On this week’s Last Week Tonight with John Oliver, Oliver drew attention to an asylum hearing that took fewer than two minutes. The judge asked a woman trying to escape gang violence in Honduras if she had tried moving to another city in Honduras. The gang had killed two of her brothers, but when she said no, her petition for asylum was denied after the judge asked only two questions. She was sent home to Honduras, where she was attacked by the gang member that threatened her in the first place.
The sequence was one example in Last Week Tonight’s look at the broken condition of the immigration courts, and if Monday afternoon’s news from President Trump’s Justice Department comes to fruition, we could hear more stories that are tragically crazy. On Friday, James McHenry, director of the Executive Office for Immigration Review, directed immigration court judges to complete 700 cases a year at a time when the average is 678, and fewer than 15 percent are to end in a higher court.
“The purpose of implementing these metrics is to encourage efficient and effective case management while preserving immigration judge discretion and due process,” he wrote.
The Wall Street Journal’s Laura Meckler added:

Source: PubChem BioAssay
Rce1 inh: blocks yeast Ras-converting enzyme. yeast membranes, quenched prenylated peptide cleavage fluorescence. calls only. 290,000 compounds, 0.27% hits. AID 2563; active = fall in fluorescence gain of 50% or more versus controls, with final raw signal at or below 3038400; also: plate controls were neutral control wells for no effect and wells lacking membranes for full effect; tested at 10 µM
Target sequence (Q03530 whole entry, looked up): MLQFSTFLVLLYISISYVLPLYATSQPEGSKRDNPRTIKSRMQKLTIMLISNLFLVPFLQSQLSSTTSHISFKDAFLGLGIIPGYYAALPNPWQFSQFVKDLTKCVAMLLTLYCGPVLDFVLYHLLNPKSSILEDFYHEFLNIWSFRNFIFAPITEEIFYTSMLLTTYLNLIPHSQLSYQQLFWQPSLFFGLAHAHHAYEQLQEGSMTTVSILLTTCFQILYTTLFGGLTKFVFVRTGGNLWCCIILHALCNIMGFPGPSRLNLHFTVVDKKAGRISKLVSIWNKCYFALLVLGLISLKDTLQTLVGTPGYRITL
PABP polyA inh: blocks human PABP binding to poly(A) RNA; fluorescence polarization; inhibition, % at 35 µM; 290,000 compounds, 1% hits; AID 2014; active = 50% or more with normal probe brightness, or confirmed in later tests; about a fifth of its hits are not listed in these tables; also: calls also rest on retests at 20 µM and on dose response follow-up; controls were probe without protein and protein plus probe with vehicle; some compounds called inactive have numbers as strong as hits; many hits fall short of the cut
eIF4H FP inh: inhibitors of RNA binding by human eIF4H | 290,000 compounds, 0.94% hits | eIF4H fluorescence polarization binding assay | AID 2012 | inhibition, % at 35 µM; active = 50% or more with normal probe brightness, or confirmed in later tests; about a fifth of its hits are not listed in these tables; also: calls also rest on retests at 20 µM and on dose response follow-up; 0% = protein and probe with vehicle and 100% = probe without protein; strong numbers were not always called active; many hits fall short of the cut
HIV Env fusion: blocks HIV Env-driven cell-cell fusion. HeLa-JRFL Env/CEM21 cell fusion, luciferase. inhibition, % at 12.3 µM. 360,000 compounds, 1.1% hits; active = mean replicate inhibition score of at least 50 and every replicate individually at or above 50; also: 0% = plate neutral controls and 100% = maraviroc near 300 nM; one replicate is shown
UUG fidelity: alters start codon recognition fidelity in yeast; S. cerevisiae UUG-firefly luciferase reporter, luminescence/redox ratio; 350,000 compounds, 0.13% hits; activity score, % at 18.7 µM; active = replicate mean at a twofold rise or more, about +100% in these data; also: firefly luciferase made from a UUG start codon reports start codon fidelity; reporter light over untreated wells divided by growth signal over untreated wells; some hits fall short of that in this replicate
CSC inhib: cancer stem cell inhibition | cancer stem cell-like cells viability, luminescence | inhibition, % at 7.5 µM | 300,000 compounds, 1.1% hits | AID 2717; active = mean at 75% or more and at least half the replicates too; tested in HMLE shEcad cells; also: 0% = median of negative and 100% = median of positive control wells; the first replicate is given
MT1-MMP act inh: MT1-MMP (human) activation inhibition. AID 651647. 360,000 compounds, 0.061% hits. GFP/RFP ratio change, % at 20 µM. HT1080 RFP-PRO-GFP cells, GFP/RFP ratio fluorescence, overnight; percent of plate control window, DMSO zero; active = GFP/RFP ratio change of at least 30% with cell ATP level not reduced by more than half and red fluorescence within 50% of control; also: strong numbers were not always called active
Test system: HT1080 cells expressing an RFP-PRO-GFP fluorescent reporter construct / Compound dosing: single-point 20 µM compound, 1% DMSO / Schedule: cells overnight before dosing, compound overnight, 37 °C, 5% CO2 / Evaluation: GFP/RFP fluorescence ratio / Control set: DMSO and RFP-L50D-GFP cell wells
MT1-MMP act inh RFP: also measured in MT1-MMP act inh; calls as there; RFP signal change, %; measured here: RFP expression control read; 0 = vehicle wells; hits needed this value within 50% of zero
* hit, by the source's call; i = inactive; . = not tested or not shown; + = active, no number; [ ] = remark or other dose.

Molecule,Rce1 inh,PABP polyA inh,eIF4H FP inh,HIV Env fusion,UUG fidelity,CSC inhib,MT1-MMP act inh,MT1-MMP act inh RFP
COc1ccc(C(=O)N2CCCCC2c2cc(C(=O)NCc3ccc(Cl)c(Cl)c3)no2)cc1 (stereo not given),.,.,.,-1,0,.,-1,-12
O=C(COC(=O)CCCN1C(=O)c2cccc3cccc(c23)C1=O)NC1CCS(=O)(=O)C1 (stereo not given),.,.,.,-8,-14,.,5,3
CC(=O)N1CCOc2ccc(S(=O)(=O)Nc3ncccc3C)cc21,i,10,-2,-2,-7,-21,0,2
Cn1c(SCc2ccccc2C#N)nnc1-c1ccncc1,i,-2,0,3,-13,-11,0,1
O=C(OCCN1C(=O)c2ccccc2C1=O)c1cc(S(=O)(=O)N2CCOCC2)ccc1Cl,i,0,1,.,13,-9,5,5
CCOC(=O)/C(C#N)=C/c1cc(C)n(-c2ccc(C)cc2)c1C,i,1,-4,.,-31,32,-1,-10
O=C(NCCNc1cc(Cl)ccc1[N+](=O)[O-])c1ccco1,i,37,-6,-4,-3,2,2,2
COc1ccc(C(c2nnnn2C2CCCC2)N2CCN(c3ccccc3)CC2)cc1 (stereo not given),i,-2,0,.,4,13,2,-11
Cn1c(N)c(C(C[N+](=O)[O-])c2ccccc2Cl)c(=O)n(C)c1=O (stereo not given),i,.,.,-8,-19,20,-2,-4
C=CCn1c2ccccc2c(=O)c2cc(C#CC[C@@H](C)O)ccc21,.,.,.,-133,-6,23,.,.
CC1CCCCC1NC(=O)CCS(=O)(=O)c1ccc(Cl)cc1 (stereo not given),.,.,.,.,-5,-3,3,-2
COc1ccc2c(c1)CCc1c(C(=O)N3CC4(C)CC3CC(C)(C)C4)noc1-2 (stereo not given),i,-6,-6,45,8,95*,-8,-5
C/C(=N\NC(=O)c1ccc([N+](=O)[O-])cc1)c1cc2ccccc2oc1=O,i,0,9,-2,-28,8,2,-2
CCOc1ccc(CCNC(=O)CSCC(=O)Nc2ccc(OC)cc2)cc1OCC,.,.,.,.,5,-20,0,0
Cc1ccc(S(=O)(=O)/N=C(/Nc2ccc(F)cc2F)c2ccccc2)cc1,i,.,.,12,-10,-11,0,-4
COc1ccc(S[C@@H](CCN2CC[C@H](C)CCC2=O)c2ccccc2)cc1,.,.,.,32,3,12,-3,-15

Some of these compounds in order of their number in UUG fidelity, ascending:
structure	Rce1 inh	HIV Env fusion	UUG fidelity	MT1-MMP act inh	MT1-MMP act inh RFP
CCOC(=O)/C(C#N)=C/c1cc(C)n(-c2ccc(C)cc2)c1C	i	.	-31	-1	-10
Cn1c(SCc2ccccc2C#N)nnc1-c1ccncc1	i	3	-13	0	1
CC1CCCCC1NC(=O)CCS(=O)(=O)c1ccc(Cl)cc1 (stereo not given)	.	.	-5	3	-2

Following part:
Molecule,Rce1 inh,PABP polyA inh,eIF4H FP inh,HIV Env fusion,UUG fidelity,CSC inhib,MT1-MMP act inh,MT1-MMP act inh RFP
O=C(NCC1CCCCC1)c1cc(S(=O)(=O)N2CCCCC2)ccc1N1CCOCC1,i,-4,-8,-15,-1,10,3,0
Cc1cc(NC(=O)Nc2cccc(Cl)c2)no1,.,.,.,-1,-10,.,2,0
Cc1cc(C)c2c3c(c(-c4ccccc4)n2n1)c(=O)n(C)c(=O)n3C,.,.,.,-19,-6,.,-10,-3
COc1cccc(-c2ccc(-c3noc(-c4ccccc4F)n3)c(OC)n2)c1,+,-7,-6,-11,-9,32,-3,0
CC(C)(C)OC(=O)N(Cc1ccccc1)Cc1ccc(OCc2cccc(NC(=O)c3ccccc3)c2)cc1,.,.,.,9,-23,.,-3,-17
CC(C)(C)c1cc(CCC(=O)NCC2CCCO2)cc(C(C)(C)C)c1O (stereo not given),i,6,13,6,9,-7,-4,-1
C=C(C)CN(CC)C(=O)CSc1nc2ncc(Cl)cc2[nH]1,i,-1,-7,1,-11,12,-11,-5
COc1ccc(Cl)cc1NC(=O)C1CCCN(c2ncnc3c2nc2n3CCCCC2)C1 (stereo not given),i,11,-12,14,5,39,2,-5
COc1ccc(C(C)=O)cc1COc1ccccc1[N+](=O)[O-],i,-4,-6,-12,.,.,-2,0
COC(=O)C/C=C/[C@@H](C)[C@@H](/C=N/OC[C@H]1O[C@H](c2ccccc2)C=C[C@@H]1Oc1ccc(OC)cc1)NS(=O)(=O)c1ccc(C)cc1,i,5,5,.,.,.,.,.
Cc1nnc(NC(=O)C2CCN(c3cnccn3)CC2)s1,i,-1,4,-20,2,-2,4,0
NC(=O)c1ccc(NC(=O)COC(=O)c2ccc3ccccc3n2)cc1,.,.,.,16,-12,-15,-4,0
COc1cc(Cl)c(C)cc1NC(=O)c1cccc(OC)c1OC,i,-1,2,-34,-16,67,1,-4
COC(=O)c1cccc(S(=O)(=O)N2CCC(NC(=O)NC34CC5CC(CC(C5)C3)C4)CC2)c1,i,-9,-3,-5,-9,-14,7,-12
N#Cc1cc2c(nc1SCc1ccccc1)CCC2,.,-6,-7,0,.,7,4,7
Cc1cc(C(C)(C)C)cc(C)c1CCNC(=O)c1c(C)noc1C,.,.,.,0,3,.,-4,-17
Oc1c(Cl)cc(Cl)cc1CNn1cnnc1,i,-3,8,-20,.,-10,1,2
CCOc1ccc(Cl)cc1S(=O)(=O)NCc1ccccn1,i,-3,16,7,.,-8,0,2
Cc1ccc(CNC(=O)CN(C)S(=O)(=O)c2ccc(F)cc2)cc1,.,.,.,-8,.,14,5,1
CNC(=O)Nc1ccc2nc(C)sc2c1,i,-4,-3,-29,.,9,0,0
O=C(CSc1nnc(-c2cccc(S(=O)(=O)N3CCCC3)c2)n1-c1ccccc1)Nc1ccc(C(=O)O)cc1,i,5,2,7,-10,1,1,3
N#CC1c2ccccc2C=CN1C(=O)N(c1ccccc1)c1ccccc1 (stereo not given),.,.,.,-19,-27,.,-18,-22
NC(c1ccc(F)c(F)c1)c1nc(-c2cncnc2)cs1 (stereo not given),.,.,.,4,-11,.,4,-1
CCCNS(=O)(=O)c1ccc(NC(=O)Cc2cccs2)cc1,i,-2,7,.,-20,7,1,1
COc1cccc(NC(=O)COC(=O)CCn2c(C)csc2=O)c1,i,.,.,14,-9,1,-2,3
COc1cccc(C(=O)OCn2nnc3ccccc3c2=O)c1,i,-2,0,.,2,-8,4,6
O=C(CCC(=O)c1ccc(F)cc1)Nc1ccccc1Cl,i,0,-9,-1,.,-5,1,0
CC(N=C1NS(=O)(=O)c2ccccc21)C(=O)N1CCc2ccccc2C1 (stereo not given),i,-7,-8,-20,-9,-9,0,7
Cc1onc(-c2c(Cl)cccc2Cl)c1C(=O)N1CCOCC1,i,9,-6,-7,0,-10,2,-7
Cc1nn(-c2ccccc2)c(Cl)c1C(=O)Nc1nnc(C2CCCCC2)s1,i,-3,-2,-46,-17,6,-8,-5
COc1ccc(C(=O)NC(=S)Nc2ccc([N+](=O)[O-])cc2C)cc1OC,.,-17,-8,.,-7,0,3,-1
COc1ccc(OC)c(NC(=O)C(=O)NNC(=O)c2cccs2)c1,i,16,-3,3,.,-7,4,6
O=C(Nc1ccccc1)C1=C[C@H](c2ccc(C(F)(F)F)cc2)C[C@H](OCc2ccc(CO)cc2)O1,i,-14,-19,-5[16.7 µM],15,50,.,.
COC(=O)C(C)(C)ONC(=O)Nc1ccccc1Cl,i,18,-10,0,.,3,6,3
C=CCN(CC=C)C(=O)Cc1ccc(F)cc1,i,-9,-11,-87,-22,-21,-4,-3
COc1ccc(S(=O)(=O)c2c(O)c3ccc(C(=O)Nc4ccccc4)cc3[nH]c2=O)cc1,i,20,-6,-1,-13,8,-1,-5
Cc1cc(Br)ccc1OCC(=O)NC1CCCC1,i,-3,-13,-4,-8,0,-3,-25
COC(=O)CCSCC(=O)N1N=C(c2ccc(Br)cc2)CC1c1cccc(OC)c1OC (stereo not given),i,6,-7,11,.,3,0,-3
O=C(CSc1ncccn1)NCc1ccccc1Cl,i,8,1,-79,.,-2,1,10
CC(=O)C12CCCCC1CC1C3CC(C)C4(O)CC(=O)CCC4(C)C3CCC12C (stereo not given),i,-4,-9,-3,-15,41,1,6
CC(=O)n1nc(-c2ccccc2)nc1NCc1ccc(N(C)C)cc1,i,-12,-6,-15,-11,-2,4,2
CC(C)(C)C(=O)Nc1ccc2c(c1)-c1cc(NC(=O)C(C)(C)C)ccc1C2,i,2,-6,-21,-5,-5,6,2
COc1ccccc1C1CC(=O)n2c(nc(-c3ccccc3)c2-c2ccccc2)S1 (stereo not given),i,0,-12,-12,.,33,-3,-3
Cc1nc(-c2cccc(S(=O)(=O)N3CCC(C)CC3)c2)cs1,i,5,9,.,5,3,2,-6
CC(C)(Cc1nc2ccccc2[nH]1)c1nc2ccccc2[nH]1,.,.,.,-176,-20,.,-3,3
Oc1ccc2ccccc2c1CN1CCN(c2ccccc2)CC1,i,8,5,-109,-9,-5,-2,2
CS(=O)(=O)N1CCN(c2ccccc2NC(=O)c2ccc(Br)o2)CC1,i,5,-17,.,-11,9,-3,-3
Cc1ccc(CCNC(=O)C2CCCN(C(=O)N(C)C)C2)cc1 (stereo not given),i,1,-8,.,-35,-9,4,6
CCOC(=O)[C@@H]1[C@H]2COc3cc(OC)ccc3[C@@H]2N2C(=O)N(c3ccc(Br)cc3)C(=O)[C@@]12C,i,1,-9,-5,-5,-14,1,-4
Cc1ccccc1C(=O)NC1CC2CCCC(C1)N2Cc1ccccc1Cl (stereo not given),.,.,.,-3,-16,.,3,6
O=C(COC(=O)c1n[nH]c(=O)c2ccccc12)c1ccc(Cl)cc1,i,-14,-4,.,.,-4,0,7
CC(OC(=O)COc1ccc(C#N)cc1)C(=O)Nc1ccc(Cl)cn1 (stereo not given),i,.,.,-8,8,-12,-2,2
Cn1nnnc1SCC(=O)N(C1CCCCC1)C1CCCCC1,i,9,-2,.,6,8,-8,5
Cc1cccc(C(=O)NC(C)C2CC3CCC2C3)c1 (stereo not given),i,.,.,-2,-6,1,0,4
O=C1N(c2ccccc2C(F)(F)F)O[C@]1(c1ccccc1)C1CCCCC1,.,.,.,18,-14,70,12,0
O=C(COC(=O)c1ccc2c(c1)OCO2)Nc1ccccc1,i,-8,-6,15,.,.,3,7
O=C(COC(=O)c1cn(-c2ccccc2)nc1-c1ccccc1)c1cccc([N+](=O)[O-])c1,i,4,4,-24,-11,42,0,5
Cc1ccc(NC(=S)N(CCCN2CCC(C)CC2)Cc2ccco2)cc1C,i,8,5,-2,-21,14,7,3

In addition, they will be required to meet other metrics, depending on their particular workload. One standard demands that 85% of removal cases for people who are detained be completed within three days of a hearing on the merits of the case. Another metric demands that 95% of all merits hearings be completed on the initial scheduled hearing date.
According to Attorney General Jeff Sessions, these quotas and metrics represent an effort to deal with undeniable backlog that has swamped the immigration courts. Approximately 700,000 cases are waiting to be heard, but the judges’ union is concerned that the quotas value speed over justice, and that they could actually lead to more of a logjam as many decisions may lead to appeals. “It could call into question the integrity and impartiality of the court if a judge's decision is influenced by factors outside the facts of the case, or if motions are denied out of a judge's concern about keeping his or her job,” said Judge Ashley Tabaddor, president of the National Association of Immigration Judges.
Since many of these cases involve people fighting removal, an effort to speed up trials sounds like an effort to speed up deportations. The quotas also sound like a rejection of basic principles of the American judicial system. According to Dana Leigh Marks, a San Francisco immigration judge and spokeswoman of the judges’ association. “Actual numbers are being bandied about and it is being suggested that judges should be rated about whether they complete ‘x’ amount of cases in ‘x’ amount of time. The whole concept we believe is an anathema to due process.”
The new guidelines are not scheduled to take effect until October 1.